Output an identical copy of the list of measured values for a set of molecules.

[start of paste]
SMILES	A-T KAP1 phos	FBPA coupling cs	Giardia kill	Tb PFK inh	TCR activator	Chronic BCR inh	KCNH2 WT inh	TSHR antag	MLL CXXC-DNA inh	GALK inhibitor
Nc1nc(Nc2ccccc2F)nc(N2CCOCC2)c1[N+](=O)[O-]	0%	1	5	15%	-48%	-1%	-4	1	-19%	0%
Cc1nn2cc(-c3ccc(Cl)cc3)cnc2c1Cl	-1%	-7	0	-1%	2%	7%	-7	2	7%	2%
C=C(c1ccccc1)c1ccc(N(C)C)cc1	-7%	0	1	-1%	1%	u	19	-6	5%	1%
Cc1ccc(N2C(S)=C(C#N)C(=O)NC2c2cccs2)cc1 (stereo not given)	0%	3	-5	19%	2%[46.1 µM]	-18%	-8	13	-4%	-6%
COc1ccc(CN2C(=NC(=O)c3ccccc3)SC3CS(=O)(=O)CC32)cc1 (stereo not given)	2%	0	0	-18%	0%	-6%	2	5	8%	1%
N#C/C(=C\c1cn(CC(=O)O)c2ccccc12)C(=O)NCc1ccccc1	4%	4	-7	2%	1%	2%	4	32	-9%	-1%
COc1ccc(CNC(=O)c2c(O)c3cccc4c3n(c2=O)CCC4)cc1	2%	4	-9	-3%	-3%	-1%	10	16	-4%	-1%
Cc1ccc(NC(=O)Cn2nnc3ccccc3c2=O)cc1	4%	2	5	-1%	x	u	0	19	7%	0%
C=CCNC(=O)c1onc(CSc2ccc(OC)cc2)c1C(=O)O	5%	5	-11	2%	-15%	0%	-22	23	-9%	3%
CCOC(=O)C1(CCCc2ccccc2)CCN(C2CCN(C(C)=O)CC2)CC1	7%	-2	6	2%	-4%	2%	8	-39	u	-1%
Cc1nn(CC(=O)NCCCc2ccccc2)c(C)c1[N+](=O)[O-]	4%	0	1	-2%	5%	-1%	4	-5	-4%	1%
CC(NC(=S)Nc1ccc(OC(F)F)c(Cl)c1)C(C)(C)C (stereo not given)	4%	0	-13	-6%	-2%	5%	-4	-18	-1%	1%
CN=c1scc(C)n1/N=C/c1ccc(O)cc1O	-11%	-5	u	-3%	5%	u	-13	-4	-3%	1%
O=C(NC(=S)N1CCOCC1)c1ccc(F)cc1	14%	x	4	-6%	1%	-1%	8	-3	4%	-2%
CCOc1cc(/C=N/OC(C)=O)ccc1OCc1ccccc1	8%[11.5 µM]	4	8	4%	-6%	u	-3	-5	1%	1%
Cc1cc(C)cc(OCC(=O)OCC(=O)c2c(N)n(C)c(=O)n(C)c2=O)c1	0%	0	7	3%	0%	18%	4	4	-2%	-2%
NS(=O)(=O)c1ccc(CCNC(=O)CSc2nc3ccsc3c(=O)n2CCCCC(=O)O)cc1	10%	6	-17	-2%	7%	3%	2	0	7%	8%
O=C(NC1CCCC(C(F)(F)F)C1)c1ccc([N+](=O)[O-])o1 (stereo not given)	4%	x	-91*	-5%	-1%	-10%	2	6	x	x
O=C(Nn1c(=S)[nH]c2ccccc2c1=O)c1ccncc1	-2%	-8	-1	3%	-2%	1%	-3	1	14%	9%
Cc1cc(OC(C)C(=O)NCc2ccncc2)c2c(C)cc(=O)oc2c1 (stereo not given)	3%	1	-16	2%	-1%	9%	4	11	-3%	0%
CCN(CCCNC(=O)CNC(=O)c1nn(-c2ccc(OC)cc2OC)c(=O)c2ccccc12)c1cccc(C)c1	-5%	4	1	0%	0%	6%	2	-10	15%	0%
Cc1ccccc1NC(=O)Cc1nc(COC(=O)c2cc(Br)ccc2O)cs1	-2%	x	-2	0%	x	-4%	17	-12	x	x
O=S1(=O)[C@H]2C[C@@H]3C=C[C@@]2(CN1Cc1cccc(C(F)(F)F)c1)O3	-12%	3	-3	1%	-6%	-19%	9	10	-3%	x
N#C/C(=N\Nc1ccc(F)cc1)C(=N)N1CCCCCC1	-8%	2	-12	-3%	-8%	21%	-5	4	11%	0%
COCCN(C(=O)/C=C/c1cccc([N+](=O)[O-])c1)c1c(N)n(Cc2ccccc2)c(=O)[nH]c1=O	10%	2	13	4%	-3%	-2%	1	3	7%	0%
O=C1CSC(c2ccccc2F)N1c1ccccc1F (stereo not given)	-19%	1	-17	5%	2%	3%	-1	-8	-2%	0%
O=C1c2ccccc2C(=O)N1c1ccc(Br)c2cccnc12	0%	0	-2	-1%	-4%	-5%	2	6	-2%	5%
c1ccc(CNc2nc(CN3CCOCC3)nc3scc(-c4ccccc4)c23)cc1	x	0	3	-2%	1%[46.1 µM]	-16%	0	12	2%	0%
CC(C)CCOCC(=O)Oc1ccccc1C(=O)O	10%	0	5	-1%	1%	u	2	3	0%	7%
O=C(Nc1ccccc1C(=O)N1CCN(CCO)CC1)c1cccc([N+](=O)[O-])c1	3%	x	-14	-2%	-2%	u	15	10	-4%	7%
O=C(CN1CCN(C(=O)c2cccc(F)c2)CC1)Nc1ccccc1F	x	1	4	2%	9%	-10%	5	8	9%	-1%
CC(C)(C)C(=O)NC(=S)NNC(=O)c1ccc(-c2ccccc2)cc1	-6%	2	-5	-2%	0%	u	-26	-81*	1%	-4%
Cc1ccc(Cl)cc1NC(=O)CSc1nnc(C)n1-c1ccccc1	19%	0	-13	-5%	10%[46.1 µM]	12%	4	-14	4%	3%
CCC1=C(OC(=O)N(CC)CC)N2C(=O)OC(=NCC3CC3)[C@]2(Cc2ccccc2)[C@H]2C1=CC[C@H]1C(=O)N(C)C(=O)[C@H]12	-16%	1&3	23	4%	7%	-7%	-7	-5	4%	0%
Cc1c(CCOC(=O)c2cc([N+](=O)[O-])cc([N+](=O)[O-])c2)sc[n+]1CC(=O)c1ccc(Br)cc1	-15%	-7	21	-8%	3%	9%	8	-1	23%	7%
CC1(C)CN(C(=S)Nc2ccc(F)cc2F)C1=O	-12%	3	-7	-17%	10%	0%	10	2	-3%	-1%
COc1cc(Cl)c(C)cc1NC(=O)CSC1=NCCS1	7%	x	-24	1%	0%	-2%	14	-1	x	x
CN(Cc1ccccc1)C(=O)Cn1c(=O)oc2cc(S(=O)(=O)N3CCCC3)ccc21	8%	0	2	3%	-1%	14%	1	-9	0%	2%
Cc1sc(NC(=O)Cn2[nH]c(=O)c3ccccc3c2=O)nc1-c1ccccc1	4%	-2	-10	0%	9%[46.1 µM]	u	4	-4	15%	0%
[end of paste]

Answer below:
SMILES	A-T KAP1 phos	FBPA coupling cs	Giardia kill	Tb PFK inh	TCR activator	Chronic BCR inh	KCNH2 WT inh	TSHR antag	MLL CXXC-DNA inh	GALK inhibitor
Nc1nc(Nc2ccccc2F)nc(N2CCOCC2)c1[N+](=O)[O-]	0%	1	5	15%	-48%	-1%	-4	1	-19%	0%
Cc1nn2cc(-c3ccc(Cl)cc3)cnc2c1Cl	-1%	-7	0	-1%	2%	7%	-7	2	7%	2%
C=C(c1ccccc1)c1ccc(N(C)C)cc1	-7%	0	1	-1%	1%	u	19	-6	5%	1%
Cc1ccc(N2C(S)=C(C#N)C(=O)NC2c2cccs2)cc1 (stereo not given)	0%	3	-5	19%	2%[46.1 µM]	-18%	-8	13	-4%	-6%
COc1ccc(CN2C(=NC(=O)c3ccccc3)SC3CS(=O)(=O)CC32)cc1 (stereo not given)	2%	0	0	-18%	0%	-6%	2	5	8%	1%
N#C/C(=C\c1cn(CC(=O)O)c2ccccc12)C(=O)NCc1ccccc1	4%	4	-7	2%	1%	2%	4	32	-9%	-1%
COc1ccc(CNC(=O)c2c(O)c3cccc4c3n(c2=O)CCC4)cc1	2%	4	-9	-3%	-3%	-1%	10	16	-4%	-1%
Cc1ccc(NC(=O)Cn2nnc3ccccc3c2=O)cc1	4%	2	5	-1%	x	u	0	19	7%	0%
C=CCNC(=O)c1onc(CSc2ccc(OC)cc2)c1C(=O)O	5%	5	-11	2%	-15%	0%	-22	23	-9%	3%
CCOC(=O)C1(CCCc2ccccc2)CCN(C2CCN(C(C)=O)CC2)CC1	7%	-2	6	2%	-4%	2%	8	-39	u	-1%
Cc1nn(CC(=O)NCCCc2ccccc2)c(C)c1[N+](=O)[O-]	4%	0	1	-2%	5%	-1%	4	-5	-4%	1%
CC(NC(=S)Nc1ccc(OC(F)F)c(Cl)c1)C(C)(C)C (stereo not given)	4%	0	-13	-6%	-2%	5%	-4	-18	-1%	1%
CN=c1scc(C)n1/N=C/c1ccc(O)cc1O	-11%	-5	u	-3%	5%	u	-13	-4	-3%	1%
O=C(NC(=S)N1CCOCC1)c1ccc(F)cc1	14%	x	4	-6%	1%	-1%	8	-3	4%	-2%
CCOc1cc(/C=N/OC(C)=O)ccc1OCc1ccccc1	8%[11.5 µM]	4	8	4%	-6%	u	-3	-5	1%	1%
Cc1cc(C)cc(OCC(=O)OCC(=O)c2c(N)n(C)c(=O)n(C)c2=O)c1	0%	0	7	3%	0%	18%	4	4	-2%	-2%
NS(=O)(=O)c1ccc(CCNC(=O)CSc2nc3ccsc3c(=O)n2CCCCC(=O)O)cc1	10%	6	-17	-2%	7%	3%	2	0	7%	8%
O=C(NC1CCCC(C(F)(F)F)C1)c1ccc([N+](=O)[O-])o1 (stereo not given)	4%	x	-91*	-5%	-1%	-10%	2	6	x	x
O=C(Nn1c(=S)[nH]c2ccccc2c1=O)c1ccncc1	-2%	-8	-1	3%	-2%	1%	-3	1	14%	9%
Cc1cc(OC(C)C(=O)NCc2ccncc2)c2c(C)cc(=O)oc2c1 (stereo not given)	3%	1	-16	2%	-1%	9%	4	11	-3%	0%
CCN(CCCNC(=O)CNC(=O)c1nn(-c2ccc(OC)cc2OC)c(=O)c2ccccc12)c1cccc(C)c1	-5%	4	1	0%	0%	6%	2	-10	15%	0%
Cc1ccccc1NC(=O)Cc1nc(COC(=O)c2cc(Br)ccc2O)cs1	-2%	x	-2	0%	x	-4%	17	-12	x	x
O=S1(=O)[C@H]2C[C@@H]3C=C[C@@]2(CN1Cc1cccc(C(F)(F)F)c1)O3	-12%	3	-3	1%	-6%	-19%	9	10	-3%	x
N#C/C(=N\Nc1ccc(F)cc1)C(=N)N1CCCCCC1	-8%	2	-12	-3%	-8%	21%	-5	4	11%	0%
COCCN(C(=O)/C=C/c1cccc([N+](=O)[O-])c1)c1c(N)n(Cc2ccccc2)c(=O)[nH]c1=O	10%	2	13	4%	-3%	-2%	1	3	7%	0%
O=C1CSC(c2ccccc2F)N1c1ccccc1F (stereo not given)	-19%	1	-17	5%	2%	3%	-1	-8	-2%	0%
O=C1c2ccccc2C(=O)N1c1ccc(Br)c2cccnc12	0%	0	-2	-1%	-4%	-5%	2	6	-2%	5%
c1ccc(CNc2nc(CN3CCOCC3)nc3scc(-c4ccccc4)c23)cc1	x	0	3	-2%	1%[46.1 µM]	-16%	0	12	2%	0%
CC(C)CCOCC(=O)Oc1ccccc1C(=O)O	10%	0	5	-1%	1%	u	2	3	0%	7%
O=C(Nc1ccccc1C(=O)N1CCN(CCO)CC1)c1cccc([N+](=O)[O-])c1	3%	x	-14	-2%	-2%	u	15	10	-4%	7%
O=C(CN1CCN(C(=O)c2cccc(F)c2)CC1)Nc1ccccc1F	x	1	4	2%	9%	-10%	5	8	9%	-1%
CC(C)(C)C(=O)NC(=S)NNC(=O)c1ccc(-c2ccccc2)cc1	-6%	2	-5	-2%	0%	u	-26	-81*	1%	-4%
Cc1ccc(Cl)cc1NC(=O)CSc1nnc(C)n1-c1ccccc1	19%	0	-13	-5%	10%[46.1 µM]	12%	4	-14	4%	3%
CCC1=C(OC(=O)N(CC)CC)N2C(=O)OC(=NCC3CC3)[C@]2(Cc2ccccc2)[C@H]2C1=CC[C@H]1C(=O)N(C)C(=O)[C@H]12	-16%	1&3	23	4%	7%	-7%	-7	-5	4%	0%
Cc1c(CCOC(=O)c2cc([N+](=O)[O-])cc([N+](=O)[O-])c2)sc[n+]1CC(=O)c1ccc(Br)cc1	-15%	-7	21	-8%	3%	9%	8	-1	23%	7%
CC1(C)CN(C(=S)Nc2ccc(F)cc2F)C1=O	-12%	3	-7	-17%	10%	0%	10	2	-3%	-1%
COc1cc(Cl)c(C)cc1NC(=O)CSC1=NCCS1	7%	x	-24	1%	0%	-2%	14	-1	x	x
CN(Cc1ccccc1)C(=O)Cn1c(=O)oc2cc(S(=O)(=O)N3CCCC3)ccc21	8%	0	2	3%	-1%	14%	1	-9	0%	2%
Cc1sc(NC(=O)Cn2[nH]c(=O)c3ccccc3c2=O)nc1-c1ccccc1	4%	-2	-10	0%	9%[46.1 µM]	u	4	-4	15%	0%